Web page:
The COVID-19 infections in China have increased dramatically in March and may continue to rise in the coming days. Shenzhen, Dongguan, and Changchun, have been locked down for over a week. Shanghai has also significantly tightened its COVID-19 restrictions. In China, the number of asymptomatic cases in the current outbreak is much higher, which is likely due to a combination of the milder symptoms of omicron variants and the vaccinations that reduce the severity of the infection. On the other hand, imported cases have been comparatively high. Moreover, the fact that more provinces have been affected is posing a greater challenge in controlling the outbreak.
People are speculating that China may relax its zero-COVID policy; in fact, the highest health authority in China recently urged regions experiencing severe outbreaks to control the epidemic quickly by taking strict measures. Difficulties in getting most of the population vaccinated effectively via a booster shot present further constraints around relaxing the zero-COVID policy.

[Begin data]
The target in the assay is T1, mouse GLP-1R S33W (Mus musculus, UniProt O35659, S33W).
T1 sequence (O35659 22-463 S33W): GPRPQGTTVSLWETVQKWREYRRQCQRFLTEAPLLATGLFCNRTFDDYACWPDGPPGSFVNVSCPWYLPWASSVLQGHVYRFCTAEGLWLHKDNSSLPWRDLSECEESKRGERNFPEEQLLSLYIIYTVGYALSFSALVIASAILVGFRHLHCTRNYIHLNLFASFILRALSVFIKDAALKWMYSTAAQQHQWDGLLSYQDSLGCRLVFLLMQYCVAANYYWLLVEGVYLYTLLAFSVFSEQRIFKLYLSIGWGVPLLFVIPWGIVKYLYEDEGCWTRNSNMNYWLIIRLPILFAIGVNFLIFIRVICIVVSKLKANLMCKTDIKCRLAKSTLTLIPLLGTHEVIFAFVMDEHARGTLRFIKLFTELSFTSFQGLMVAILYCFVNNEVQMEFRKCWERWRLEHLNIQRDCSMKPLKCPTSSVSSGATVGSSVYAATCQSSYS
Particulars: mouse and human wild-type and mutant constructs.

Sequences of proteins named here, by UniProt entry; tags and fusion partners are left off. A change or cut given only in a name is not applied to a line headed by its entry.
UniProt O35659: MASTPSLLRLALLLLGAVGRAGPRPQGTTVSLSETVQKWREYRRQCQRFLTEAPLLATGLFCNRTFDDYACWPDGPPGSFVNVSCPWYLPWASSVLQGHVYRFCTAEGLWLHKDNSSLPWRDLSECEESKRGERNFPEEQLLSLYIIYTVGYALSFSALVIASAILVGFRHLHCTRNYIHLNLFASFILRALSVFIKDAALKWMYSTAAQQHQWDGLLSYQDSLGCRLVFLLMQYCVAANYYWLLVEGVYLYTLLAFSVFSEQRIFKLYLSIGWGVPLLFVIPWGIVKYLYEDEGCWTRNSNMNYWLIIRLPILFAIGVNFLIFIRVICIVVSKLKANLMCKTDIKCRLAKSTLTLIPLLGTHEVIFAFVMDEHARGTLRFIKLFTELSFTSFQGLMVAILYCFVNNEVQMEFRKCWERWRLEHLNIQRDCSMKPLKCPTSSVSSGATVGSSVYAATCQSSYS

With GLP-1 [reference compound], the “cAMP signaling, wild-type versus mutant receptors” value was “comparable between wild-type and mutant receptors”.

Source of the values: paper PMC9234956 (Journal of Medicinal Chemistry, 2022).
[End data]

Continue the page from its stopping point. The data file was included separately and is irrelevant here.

Looking at indicators, traffic congestion and subway passenger volume may be affected by the imposed restrictions as well as individual risk aversion. Meanwhile, daily coal consumption provides color on industrial activity. These three measures dropped notably during the past outbreaks of COVID-19 and are showing negative effects. Purchasing Managers’ Indices further indicate that activities held up relatively well in both January and February; however, they may weaken in March. The path of economic growth in 2022 will largely depend on how quickly China controls the outbreak and how much additional policy support it has in place to counteract the hit to its growth.
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